Here in the U.S.A. your 21st birthday is probably the most hyped, most exciting birthday you could ever have. There are two main reasons why, you are now legal to both drink alcohol and gamble. It’s funny to think that society has such a weird fascination with this topic but that’s for another issue.
Anyway, I’ve noticed while I was growing up that the person who turned 21 almost always celebrated joyously. They may host parties, walk to the nearest bars, or simply buy their first six-pack, crack open a beer, and watch Whose Line is it Anyway? It definitely had a sense of “this is my day and I’m going to celebrate!”
But what if we turned the concept around?
No longer about me but you instead?
Such as was my mentality when I turned 21 several years back. It’s nice to have friends. And I wanted to celebrate that friendship. To celebrate who we are as I turned 21. I wanted to do something that wasn’t just for me but for them as well.
When I was a kid, I loved treasure hunts. Hardy Boys, the Three Investigators, and other quizzical romps were sources of entertainment for young Andy. My sister would even write riddles for me and I would have to find where these riddles would take me. Each riddle would lead to the next riddle and so forth.
It’s probably why the Riddler is one of my favorite Batman villains. You can take your pick but I loved both the 1960s campy Riddler and the more refined Riddler from Batman, the Animated Series. Especially when they’re wearing a slick green suit with a purple tie. I definitely embodied the man as I was growing up whether it be tons of logic puzzles and riddles or making up my own questions as well. However, I never had a chance of test these riddles on people.
This changed when I decided to use them for my 21st birthday. I would invite my closest friends to a private party at the local brewery in celebration for my 21st. I still remember it clearly. As everyone settled down for their freshly delivered dinners, I cleared my throat and stood up to thank everyone for coming to the party. I felt my heart pound hard against my chest as I stuttered through my opening speech. I then said “But there is another reason why you are here tonight.”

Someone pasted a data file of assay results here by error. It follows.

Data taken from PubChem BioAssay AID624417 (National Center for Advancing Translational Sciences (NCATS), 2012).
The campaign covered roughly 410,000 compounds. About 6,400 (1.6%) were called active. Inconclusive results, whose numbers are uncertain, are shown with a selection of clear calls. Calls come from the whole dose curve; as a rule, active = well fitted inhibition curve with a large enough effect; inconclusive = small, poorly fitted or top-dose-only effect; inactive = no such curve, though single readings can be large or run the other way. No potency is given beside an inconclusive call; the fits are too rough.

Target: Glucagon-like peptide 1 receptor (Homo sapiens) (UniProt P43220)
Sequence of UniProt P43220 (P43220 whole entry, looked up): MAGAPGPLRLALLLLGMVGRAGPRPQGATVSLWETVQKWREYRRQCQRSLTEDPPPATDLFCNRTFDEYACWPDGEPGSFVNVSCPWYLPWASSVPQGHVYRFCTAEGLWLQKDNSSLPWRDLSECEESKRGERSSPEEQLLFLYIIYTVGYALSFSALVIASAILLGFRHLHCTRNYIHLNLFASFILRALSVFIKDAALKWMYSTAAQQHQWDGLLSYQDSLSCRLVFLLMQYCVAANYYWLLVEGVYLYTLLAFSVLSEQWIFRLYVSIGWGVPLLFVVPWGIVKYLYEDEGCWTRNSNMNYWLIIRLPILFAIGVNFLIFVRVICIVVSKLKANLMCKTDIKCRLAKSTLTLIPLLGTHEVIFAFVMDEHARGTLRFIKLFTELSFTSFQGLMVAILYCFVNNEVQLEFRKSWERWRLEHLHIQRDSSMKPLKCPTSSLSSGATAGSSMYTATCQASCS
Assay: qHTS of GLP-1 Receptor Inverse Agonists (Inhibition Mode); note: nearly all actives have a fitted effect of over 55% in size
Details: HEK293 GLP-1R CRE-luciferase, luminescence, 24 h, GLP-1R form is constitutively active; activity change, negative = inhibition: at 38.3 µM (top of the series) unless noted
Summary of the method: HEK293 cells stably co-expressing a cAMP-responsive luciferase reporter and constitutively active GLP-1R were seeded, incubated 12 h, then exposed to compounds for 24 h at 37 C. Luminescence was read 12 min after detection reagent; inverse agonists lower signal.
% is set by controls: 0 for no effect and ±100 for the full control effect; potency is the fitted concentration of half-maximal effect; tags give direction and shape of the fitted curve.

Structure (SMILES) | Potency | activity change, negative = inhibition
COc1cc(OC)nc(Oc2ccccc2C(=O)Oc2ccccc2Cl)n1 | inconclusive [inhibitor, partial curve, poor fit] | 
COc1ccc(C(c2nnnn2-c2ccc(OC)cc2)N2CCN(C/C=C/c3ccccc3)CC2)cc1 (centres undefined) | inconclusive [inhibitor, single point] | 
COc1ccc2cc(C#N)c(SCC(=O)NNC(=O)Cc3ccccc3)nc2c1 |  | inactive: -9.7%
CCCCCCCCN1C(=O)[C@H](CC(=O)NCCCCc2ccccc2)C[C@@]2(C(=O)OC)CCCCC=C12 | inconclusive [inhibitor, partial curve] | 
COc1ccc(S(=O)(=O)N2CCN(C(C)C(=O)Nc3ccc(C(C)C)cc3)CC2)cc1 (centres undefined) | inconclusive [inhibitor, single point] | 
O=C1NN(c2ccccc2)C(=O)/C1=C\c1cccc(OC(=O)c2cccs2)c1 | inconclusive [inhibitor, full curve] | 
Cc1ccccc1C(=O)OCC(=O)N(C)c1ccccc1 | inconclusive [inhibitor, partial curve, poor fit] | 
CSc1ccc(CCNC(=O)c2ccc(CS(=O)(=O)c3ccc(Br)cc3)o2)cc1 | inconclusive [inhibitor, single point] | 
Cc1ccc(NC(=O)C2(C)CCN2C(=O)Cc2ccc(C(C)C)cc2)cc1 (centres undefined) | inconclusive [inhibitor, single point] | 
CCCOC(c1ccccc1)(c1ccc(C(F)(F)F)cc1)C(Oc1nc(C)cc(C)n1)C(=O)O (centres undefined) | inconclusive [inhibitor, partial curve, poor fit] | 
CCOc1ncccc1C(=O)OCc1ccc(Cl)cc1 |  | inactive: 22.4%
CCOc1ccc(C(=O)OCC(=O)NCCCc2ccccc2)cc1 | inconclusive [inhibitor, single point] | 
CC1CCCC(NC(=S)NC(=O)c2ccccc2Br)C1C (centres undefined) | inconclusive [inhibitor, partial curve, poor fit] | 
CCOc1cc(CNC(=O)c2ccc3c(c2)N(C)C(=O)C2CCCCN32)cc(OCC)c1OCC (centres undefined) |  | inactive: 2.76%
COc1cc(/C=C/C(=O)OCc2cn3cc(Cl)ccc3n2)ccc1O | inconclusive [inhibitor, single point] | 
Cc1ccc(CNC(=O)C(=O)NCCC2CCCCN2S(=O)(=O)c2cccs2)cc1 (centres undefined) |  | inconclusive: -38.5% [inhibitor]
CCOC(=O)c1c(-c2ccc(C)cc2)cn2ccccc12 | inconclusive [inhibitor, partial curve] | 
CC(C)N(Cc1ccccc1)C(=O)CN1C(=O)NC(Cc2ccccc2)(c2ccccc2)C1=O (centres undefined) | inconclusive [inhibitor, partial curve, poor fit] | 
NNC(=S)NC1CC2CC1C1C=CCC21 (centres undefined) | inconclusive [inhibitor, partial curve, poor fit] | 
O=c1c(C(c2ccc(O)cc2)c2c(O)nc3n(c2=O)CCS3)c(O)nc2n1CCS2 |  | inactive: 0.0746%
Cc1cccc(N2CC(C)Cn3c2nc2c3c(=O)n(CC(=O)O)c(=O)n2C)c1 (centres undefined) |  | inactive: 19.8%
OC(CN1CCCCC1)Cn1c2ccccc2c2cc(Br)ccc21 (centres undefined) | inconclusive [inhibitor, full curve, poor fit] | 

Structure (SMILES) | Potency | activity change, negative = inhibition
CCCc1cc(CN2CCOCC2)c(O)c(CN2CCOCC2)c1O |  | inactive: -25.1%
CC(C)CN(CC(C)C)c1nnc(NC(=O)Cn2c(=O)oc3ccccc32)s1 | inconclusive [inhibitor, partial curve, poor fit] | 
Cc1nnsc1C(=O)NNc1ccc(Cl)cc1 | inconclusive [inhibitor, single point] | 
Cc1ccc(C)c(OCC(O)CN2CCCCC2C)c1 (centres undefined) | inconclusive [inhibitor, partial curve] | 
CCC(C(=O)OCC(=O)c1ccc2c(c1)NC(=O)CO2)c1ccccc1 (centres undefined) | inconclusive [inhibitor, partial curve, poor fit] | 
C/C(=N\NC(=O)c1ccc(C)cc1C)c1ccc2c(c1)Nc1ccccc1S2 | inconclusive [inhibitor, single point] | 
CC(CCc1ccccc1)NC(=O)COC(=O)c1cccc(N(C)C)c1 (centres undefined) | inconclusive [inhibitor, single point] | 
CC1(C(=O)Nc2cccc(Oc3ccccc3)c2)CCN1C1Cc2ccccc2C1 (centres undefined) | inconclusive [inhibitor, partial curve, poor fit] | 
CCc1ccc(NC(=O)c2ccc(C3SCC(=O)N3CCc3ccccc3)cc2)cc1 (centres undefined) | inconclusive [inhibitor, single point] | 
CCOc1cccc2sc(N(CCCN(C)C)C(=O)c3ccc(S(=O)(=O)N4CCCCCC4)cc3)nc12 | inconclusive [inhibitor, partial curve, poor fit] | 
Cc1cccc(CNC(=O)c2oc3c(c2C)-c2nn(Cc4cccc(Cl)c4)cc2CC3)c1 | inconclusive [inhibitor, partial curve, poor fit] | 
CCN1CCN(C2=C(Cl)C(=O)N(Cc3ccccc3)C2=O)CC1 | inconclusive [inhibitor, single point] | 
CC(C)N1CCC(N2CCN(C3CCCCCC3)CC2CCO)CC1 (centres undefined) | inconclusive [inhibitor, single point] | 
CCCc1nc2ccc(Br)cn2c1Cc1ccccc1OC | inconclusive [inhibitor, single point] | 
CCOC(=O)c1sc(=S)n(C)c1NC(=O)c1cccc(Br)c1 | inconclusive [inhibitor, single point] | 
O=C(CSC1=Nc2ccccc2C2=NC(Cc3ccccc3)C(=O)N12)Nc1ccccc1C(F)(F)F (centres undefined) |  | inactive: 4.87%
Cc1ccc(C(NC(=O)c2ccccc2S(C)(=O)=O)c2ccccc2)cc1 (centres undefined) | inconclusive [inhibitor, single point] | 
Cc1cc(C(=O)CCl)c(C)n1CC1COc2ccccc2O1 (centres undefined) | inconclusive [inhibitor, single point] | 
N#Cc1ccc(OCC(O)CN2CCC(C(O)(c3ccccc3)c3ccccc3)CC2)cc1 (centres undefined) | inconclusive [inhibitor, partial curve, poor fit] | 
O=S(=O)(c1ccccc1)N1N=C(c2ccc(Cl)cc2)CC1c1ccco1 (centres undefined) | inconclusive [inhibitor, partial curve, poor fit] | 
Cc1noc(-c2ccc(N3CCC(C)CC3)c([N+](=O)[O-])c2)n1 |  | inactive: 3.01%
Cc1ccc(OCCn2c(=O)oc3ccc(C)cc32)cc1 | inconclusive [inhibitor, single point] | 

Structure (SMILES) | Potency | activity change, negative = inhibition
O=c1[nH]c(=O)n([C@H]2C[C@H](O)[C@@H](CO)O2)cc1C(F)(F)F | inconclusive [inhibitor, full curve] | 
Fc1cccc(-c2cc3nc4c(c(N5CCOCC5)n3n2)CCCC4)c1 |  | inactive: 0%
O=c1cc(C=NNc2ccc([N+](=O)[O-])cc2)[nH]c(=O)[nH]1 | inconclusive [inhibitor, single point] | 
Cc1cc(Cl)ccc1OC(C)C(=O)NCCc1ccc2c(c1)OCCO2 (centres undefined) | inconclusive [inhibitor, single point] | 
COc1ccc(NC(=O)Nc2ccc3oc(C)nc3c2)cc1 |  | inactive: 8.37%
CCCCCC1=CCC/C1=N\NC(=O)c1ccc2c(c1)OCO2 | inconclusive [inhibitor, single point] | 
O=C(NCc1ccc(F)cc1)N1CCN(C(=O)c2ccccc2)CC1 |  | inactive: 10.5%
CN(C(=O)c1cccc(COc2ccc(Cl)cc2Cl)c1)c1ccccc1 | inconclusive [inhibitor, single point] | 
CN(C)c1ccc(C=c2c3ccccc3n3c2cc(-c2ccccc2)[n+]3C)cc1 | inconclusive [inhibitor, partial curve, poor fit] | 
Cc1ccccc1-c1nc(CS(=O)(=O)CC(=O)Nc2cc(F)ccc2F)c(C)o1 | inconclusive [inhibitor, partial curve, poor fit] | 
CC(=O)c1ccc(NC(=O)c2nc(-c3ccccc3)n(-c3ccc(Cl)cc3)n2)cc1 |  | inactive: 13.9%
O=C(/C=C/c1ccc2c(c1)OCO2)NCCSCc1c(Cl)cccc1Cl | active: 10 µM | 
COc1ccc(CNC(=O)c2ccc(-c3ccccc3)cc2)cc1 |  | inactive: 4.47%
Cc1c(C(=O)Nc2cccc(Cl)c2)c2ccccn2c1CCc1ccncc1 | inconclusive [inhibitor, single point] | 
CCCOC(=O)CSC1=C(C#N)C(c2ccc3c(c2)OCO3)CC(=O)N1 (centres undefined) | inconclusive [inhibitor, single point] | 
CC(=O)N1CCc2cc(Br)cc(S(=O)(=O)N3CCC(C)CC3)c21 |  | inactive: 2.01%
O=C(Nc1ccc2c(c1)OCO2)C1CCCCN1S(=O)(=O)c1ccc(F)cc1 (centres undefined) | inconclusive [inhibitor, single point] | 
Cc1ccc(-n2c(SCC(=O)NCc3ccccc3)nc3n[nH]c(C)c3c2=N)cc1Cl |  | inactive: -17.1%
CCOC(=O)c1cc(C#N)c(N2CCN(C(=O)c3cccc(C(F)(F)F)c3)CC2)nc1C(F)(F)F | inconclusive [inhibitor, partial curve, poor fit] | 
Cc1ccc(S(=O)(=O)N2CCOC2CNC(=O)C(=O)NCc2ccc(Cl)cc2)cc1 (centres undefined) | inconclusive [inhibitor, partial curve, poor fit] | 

They shifted on their chairs as they wondered what I was talking about.
I then said, “you’re here, because I made a Riddle Challenge for you.”
Arched eyebrows, a gasp, someone oohed, it was the perfect reaction.
After laying down the rules, I said, “But every good Riddle Challenge should have a theme behind it, otherwise, what’s the point? I decided on the Seven Deadly Sins as my theme after much thinking. In my mind, it makes perfect sense, October is a good time to have a dark theme after all. Seven riddles was also the perfect amount of riddles to come up with and for the participants to solve.”
After the reveal, I reached inside my back pocket and pulled out the first riddle, Wrath, and read it out loud for all to hear. Afterwards, we drank, we ate, and we celebrated. The Seven Deadly Sins Challenge then began.
I wish I could say that it went off without a hitch but that wasn’t the case. Admittedly, some of my riddles weren’t as well thought out as others so it confused some of the participants.
Nonetheless, I was particularly proud of two riddles that I came up with.
The first one I liked was Lust. It went:
Now I can hear the screams
of agony. Now I have come
where a great wailing beats upon me.
I reached a place mute of all light,
which bellows as the sea in tempest
tossed by conflicting winds.
The hellish squall, which never rests,
sweeps spirits in its headlong rush,
tormenting, whirls and strikes them.
Caught in that path of violence,
they shriek, weep, and lament.
Then how they curse the power of God!
–Dante’s Inferno, Canto V, 25-36
I’ll give you a moment if you like to think this one through.
Stuck? No worries, the answer is a book about hurricanes! The larger number represents the call number at the local public library while the smaller number represents the page number (for the curious, the page number talked about Hurricane Andrew and Andrew is my first name). The participants would open the book and find the next riddle in the book and then go on to the next step.
The second riddle I came up with wasn’t even a riddle at all! It was more of a challenge. After the participants met up with me at one of the riddle locations, I told them that they had to participate in the Sloth Challenge.
I gave them all envelopes to open. They had to open those envelopes at 7 pm. In the envelope was a set of directions. The directions took the participant to a large, wetland park that was located outside of town. They had to walk at least two miles down a path to a lone shack. In the shack was a code that I had placed there earlier. They had to text me that code and then they could go on to the next riddle.
The catch is that I would only accept the first seven responses (out of ten). If you were one of the last three you were out. I liked this one because you had to choose to either go to the park (when it was dark) or go there when it was light. You also had to outrace the other participants so that’s a fun concept. It also made sense considering the code was “I am not slothful.”
Despite the Riddle Challenge’s shortcomings I still had a lot of fun with it. And apparently so did my friends! They wanted me to make another one for them. Initially, I was hesitant, but after some encouragement I eventually gave in. I realized for this Riddle Challenge that I couldn’t do the same thing all over again, it had to be new and different.
And I had figured it out…